Perez was raised in Brooklyn and so not surprisingly brackets the film with footage of the Puerto Rican Day Parade, the extravaganza that transforms the city for one day into a red-white-and-blue street party; the last of the great immigrant community celebrations. She structures the film as an exploration into her roots, traveling with her sister and cousin to the parade, visiting relatives back on the island and in Miami to meet some far-flung relatives ("that's very Puerto Rican," she says, "You're meeting cousins you never knew all through your life"). Along the way, she drops in history lessons, starting with Puerto Rico's original Taino inhabitants (who called the island "Boricua") leading up through the American neo-colonization, the Black Panther-like Young Lords agitators of the 1960s, and to the current debate over whether or not the island should push for full statehood.

Perez is not the subtlest of documentarians, her script - narrated at times by Jimmy Smits - makes its points about the oppression of Puerto Ricans (both on the island and in the U.S.) with little art. There are times, especially in one segment listing famous Puerto Ricans, where it threatens to devolve into a feature-length shout-out. Of course, when one is talking about a people who number in the millions in the U.S. and yet are essentially invisible in the wider culture but for their parade (which likely accounts for its surprisingly resilient vehemence) and were subjected to injustices like the little-known program of sterilization to control the island's population (this continued into the 1970s), a lack of subtlety is perhaps understandable.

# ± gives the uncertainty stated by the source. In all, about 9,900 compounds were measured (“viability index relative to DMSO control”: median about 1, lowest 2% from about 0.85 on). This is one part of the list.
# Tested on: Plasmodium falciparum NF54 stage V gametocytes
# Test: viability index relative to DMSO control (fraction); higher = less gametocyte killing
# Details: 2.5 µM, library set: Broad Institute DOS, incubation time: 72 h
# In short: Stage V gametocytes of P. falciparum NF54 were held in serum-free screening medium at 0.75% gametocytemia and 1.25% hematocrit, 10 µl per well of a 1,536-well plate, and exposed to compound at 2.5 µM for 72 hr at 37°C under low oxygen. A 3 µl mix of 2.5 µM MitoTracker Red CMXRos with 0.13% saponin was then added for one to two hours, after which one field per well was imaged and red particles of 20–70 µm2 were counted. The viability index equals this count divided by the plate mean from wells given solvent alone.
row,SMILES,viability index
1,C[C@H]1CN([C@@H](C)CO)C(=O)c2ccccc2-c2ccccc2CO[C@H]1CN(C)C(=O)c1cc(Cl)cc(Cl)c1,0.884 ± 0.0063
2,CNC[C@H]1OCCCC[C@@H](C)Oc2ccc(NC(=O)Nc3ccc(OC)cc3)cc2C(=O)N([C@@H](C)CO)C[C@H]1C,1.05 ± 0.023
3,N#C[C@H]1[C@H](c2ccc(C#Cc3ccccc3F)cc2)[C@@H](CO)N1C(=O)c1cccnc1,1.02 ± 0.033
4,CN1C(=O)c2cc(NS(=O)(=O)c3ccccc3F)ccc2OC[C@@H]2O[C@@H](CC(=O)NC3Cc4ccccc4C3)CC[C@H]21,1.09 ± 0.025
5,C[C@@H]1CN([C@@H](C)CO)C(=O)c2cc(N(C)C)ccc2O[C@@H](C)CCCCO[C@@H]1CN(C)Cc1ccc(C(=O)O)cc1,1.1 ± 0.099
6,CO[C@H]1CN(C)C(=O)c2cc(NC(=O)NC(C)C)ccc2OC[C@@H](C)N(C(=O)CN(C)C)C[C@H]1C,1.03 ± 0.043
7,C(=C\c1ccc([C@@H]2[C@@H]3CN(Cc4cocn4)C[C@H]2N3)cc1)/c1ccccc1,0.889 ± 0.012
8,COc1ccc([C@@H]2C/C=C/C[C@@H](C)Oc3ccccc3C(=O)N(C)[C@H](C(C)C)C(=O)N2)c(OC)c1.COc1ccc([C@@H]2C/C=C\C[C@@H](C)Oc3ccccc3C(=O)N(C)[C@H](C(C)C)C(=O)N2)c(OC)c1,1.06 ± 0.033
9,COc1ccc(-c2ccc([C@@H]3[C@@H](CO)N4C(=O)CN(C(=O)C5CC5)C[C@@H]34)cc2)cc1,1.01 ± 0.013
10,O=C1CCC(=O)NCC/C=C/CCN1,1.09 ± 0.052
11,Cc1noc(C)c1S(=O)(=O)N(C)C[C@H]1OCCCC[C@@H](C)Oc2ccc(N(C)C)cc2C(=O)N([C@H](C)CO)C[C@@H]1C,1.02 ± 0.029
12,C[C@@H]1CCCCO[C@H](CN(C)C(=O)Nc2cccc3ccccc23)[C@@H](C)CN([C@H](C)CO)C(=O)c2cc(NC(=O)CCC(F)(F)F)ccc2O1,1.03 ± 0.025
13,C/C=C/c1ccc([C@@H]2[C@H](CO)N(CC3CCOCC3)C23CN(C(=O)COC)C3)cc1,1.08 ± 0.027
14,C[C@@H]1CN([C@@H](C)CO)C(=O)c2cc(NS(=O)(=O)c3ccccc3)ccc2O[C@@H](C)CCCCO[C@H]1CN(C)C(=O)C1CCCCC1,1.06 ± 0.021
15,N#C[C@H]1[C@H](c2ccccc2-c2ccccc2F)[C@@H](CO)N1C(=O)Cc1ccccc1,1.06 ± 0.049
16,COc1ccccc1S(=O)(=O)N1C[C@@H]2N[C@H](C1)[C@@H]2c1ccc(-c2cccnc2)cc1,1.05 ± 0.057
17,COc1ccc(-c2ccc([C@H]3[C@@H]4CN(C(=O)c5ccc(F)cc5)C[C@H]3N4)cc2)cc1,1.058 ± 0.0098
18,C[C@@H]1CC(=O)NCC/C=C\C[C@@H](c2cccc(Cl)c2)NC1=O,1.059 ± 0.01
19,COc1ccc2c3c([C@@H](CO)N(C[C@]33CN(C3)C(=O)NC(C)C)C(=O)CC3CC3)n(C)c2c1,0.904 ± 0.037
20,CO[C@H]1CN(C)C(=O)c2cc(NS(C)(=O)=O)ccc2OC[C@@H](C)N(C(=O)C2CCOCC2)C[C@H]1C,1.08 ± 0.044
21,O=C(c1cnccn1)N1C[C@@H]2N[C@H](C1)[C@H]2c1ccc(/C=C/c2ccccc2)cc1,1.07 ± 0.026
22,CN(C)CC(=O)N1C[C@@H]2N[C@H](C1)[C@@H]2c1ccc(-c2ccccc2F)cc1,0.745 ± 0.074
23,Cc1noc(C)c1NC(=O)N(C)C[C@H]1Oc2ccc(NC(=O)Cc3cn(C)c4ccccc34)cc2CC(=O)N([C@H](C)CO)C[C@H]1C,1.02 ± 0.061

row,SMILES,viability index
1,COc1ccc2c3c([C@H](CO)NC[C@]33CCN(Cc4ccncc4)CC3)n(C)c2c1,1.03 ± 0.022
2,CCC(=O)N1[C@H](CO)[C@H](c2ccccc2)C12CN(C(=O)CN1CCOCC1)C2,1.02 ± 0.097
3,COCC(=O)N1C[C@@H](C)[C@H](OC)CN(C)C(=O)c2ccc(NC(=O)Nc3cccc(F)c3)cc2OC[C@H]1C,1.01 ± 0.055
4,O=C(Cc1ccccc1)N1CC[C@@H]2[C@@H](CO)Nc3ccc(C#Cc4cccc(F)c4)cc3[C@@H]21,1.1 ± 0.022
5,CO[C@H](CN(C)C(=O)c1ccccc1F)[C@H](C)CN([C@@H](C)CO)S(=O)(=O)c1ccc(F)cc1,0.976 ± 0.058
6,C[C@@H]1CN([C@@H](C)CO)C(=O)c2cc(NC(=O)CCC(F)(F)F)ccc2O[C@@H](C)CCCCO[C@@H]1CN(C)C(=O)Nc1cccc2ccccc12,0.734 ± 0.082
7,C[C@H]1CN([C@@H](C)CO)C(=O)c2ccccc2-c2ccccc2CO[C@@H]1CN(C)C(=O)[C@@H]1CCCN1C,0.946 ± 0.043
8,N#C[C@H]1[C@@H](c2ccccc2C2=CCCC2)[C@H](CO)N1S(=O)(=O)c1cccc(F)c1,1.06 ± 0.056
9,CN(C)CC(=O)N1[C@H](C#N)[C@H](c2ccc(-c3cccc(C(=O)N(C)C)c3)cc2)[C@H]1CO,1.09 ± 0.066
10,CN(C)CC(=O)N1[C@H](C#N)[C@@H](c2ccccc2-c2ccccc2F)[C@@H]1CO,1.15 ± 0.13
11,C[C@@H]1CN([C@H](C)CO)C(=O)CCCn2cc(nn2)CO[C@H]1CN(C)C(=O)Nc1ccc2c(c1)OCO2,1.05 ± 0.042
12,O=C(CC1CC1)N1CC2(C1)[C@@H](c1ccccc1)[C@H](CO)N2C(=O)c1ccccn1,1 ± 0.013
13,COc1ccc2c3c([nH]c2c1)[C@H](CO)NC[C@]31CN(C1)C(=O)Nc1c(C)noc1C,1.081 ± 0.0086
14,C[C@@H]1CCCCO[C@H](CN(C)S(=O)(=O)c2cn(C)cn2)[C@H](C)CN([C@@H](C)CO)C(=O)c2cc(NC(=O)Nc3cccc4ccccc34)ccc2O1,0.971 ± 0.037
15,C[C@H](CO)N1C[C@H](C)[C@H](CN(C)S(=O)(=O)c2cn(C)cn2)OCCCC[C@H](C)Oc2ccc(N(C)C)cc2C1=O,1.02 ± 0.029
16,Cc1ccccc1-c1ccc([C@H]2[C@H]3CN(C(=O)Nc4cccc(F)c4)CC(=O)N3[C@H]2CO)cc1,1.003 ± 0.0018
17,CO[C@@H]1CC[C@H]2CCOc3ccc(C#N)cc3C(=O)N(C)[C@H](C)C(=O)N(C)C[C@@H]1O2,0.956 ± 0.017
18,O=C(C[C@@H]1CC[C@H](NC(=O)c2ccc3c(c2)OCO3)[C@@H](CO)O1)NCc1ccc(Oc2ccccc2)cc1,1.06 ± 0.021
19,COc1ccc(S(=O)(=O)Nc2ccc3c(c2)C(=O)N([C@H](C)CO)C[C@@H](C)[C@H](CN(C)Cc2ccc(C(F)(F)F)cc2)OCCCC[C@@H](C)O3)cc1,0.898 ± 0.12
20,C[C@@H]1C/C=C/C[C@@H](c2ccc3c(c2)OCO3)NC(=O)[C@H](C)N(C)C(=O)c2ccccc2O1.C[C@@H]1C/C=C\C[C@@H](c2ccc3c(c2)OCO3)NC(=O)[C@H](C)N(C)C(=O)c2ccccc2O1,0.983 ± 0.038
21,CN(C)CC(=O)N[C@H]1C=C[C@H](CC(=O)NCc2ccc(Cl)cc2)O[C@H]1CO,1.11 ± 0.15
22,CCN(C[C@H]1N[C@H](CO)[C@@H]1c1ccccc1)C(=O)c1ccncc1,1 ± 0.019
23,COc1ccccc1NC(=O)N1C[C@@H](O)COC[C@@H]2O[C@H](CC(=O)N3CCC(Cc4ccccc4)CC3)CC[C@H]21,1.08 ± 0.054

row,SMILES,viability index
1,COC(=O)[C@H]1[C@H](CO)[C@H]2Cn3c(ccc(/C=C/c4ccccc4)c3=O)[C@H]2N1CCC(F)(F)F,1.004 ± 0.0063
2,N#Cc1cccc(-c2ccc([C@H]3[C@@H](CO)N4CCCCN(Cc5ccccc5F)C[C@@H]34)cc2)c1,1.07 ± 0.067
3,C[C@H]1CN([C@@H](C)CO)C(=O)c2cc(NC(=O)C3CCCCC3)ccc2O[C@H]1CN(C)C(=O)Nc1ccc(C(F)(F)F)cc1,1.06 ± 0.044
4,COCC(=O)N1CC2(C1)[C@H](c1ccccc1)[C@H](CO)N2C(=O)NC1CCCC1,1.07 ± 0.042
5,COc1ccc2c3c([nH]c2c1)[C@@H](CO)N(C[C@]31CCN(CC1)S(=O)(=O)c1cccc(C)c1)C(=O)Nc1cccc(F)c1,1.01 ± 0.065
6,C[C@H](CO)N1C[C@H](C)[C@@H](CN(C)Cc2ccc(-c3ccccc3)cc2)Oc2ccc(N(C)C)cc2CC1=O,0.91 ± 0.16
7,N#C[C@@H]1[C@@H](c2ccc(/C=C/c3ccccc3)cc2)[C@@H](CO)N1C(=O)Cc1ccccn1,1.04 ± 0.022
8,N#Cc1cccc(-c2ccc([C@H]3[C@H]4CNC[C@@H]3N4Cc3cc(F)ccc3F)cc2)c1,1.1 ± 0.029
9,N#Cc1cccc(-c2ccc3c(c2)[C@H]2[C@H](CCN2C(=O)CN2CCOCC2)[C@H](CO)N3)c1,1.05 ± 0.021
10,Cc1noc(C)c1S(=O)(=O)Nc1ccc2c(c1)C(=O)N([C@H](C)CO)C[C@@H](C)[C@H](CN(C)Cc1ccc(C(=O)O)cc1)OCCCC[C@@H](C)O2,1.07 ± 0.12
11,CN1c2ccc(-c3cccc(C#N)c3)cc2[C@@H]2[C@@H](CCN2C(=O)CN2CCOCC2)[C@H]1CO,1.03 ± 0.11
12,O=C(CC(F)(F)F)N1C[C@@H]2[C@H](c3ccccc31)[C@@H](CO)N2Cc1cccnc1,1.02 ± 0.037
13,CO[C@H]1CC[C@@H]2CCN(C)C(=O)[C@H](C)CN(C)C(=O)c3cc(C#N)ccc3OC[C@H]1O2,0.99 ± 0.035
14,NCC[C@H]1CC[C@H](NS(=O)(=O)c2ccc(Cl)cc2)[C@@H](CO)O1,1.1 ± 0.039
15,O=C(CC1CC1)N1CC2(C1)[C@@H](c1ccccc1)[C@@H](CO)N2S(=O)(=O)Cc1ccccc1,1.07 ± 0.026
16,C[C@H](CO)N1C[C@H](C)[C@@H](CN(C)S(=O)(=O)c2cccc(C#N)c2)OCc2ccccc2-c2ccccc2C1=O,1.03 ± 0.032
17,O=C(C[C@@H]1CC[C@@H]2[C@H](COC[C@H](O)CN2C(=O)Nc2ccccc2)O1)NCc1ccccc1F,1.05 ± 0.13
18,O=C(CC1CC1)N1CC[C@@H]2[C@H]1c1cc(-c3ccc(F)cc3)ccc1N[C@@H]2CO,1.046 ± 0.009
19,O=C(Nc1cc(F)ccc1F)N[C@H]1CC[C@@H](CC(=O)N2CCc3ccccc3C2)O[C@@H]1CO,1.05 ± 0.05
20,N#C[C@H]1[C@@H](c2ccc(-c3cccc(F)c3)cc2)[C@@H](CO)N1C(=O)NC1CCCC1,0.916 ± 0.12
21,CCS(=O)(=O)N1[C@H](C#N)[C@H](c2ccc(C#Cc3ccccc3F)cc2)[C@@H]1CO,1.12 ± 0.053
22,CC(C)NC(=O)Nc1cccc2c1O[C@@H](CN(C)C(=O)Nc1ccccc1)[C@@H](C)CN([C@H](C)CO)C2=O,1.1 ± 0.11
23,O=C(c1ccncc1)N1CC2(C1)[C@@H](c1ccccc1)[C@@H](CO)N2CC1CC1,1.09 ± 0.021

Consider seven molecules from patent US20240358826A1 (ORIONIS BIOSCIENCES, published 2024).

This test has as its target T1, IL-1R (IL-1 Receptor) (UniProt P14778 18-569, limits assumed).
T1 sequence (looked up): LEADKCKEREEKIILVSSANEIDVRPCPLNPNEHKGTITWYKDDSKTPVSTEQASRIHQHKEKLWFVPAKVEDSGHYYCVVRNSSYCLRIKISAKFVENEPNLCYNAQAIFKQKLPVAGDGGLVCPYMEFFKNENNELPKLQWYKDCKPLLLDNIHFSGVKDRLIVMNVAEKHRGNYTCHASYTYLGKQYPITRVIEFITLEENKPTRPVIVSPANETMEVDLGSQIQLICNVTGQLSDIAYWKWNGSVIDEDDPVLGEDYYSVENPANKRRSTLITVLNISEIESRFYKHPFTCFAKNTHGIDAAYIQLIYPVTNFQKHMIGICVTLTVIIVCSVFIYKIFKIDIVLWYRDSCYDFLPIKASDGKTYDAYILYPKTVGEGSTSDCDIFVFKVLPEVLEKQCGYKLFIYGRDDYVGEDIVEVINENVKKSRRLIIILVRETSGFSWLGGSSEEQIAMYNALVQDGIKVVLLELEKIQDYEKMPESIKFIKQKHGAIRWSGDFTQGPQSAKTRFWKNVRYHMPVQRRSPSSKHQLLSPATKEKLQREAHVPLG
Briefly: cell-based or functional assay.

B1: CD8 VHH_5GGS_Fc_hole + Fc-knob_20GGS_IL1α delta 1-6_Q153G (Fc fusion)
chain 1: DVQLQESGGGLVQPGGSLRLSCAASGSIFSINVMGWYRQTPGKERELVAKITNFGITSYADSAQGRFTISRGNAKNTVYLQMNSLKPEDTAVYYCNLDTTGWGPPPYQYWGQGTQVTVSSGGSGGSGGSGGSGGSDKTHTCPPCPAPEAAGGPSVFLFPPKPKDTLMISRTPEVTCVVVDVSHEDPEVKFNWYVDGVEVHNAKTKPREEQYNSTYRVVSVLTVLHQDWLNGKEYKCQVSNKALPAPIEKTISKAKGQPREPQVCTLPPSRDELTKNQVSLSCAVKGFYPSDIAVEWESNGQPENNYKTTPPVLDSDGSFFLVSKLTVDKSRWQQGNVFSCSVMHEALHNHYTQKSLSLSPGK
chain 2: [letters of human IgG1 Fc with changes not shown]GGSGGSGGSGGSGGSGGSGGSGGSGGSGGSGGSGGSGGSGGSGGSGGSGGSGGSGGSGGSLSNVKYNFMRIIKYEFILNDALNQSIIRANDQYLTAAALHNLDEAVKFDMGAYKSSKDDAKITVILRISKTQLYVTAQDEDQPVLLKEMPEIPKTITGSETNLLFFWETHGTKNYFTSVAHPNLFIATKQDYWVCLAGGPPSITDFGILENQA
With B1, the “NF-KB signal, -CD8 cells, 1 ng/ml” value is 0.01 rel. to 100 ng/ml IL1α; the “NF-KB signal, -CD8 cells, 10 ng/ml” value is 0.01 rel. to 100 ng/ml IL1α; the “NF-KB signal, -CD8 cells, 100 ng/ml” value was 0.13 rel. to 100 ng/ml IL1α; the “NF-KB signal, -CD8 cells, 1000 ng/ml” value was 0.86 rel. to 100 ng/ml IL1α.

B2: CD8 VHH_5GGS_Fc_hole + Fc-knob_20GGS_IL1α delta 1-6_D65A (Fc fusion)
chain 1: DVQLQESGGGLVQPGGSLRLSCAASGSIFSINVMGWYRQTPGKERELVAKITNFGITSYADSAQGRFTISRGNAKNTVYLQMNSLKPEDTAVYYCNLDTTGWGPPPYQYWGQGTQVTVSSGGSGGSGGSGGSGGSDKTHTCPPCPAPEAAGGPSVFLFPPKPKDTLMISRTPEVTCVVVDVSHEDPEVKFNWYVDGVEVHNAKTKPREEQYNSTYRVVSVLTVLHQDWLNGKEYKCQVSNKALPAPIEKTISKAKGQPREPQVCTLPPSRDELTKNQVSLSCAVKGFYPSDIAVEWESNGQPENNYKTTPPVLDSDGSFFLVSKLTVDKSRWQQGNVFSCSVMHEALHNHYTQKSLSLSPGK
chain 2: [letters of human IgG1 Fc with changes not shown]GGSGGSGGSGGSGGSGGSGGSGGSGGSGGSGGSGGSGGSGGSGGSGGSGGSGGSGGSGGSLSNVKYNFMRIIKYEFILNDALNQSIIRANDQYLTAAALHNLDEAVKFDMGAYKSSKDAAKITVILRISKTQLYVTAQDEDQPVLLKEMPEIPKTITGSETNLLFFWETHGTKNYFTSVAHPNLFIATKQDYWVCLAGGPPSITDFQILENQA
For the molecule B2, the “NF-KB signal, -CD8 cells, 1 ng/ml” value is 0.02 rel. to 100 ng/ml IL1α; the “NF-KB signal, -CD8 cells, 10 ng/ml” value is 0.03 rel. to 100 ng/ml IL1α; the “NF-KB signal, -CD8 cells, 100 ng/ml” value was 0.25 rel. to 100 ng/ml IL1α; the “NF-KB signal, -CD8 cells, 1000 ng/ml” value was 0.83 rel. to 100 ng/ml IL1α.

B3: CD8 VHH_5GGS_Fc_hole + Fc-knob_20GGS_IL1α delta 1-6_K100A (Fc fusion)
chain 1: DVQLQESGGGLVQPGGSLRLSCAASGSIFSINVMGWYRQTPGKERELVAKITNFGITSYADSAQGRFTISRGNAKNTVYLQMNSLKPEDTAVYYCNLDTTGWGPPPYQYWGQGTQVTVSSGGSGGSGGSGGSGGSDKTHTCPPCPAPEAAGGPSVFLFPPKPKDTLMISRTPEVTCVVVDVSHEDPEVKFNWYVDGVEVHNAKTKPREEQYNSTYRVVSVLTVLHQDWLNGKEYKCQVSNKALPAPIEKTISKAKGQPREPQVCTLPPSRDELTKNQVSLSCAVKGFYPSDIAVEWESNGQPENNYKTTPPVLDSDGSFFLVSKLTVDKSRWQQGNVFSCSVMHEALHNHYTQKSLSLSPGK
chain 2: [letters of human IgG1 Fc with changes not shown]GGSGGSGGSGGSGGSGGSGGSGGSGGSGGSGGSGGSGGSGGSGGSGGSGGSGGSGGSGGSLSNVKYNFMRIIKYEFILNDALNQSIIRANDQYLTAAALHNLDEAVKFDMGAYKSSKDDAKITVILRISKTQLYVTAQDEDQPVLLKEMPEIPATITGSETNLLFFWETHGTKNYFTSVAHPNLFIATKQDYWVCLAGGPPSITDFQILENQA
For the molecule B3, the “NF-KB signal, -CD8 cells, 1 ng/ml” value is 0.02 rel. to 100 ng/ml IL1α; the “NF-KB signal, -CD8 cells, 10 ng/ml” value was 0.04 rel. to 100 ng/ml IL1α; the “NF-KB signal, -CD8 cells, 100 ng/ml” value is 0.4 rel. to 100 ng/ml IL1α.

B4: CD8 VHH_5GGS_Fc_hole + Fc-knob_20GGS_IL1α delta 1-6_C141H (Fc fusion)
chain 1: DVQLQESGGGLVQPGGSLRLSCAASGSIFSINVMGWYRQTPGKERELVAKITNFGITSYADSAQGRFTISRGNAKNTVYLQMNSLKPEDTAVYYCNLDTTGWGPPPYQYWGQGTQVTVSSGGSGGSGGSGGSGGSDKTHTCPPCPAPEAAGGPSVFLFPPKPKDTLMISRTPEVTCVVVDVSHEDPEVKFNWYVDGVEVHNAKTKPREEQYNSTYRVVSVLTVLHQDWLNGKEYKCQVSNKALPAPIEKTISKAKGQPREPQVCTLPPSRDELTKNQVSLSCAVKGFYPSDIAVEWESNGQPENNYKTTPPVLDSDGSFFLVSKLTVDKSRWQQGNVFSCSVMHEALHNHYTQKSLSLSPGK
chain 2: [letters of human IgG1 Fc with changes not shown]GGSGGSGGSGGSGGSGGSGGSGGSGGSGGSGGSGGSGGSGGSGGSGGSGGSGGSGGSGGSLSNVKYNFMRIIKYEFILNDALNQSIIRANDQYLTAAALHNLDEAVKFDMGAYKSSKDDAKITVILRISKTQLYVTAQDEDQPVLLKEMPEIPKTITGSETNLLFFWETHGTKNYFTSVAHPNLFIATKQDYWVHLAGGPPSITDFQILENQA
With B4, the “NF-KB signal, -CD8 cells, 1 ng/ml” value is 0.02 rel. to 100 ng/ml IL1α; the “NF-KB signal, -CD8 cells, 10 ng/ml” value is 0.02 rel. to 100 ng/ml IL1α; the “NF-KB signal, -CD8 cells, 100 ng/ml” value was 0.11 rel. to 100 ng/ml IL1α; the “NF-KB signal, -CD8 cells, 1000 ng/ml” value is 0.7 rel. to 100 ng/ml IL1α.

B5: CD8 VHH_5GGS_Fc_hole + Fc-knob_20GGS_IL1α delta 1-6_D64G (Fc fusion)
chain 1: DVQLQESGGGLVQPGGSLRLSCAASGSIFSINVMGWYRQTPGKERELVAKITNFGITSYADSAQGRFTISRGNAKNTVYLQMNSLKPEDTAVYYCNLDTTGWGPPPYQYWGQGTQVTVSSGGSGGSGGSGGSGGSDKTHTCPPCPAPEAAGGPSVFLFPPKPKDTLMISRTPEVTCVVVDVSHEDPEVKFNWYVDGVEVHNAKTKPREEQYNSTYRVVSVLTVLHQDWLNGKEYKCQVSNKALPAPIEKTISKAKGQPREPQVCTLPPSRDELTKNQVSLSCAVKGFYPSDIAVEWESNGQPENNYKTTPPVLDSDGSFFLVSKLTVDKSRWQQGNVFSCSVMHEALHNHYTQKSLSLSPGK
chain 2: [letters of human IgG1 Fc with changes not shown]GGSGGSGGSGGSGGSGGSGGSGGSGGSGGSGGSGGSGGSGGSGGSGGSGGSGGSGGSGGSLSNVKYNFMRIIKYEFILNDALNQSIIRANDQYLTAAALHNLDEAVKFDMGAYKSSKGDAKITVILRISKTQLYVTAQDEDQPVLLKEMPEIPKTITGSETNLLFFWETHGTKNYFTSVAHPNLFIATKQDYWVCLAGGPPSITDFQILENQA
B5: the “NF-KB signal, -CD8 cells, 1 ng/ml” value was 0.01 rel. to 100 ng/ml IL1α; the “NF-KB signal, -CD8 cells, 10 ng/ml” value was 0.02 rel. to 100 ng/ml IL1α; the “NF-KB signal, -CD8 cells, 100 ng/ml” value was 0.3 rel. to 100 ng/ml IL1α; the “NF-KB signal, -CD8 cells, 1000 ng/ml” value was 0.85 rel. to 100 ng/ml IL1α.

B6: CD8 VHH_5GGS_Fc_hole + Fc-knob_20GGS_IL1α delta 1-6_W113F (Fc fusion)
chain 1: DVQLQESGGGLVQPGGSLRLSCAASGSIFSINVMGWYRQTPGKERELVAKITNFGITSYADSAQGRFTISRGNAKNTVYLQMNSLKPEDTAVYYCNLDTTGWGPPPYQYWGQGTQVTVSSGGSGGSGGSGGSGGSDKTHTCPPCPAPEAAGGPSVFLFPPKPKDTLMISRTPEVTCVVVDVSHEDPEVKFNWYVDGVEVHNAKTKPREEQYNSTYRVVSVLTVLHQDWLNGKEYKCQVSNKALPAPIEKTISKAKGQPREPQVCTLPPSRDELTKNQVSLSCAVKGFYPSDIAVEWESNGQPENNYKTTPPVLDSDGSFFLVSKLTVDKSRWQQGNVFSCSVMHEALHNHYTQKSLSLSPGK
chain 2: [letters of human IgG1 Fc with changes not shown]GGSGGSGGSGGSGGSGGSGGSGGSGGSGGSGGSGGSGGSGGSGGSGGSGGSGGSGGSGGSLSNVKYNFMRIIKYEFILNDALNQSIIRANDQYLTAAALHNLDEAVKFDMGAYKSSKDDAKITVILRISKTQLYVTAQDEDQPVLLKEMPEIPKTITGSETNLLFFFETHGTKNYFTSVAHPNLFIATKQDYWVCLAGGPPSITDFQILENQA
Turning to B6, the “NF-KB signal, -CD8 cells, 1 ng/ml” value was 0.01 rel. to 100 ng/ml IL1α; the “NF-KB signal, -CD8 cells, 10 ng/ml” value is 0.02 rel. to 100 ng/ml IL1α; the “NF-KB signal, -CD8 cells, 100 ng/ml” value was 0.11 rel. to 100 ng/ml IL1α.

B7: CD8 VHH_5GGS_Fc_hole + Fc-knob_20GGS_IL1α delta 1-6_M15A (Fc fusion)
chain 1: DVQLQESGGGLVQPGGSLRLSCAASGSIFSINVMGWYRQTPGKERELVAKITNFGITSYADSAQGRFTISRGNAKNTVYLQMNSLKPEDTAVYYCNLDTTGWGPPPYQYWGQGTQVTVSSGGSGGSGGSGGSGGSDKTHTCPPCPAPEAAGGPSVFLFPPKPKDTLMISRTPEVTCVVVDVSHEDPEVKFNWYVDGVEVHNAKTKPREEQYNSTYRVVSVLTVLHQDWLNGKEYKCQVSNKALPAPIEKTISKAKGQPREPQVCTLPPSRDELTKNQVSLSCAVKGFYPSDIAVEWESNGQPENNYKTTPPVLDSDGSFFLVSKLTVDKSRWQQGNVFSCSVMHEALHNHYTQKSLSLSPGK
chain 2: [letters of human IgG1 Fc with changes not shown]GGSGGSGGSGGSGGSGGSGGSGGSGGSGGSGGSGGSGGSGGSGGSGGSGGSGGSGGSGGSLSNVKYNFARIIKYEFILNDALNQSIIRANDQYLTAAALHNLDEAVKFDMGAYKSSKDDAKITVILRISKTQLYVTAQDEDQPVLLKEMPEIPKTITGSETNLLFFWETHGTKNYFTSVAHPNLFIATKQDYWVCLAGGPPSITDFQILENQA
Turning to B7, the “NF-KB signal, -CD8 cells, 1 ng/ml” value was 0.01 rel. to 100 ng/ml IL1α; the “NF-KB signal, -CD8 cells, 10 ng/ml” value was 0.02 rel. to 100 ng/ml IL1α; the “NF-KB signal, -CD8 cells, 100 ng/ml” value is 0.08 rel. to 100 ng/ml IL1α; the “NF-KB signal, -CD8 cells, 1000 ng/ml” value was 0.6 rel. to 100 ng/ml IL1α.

The biggest weapon in Perez's arsenal is not the snippets of historical fact but instead herself and her family, an engaging batch of relatives who follow Rosie from place to place, providing entertaining commentary along the way. They help enliven the cruder elements of the film, which occasionally frustrates by only hinting at subjects that could have been gone into with more depth. Although Yo Soy Boricua is likely destined more for the classroom and cable TV (it has backing from IFC TV) than the theatrical circuit, and could have used a bit of polish, it deserves a viewing not just for its lively storytelling but for its attempt to make visible the previously hidden, to bring a people out of the margins into which they have been forced.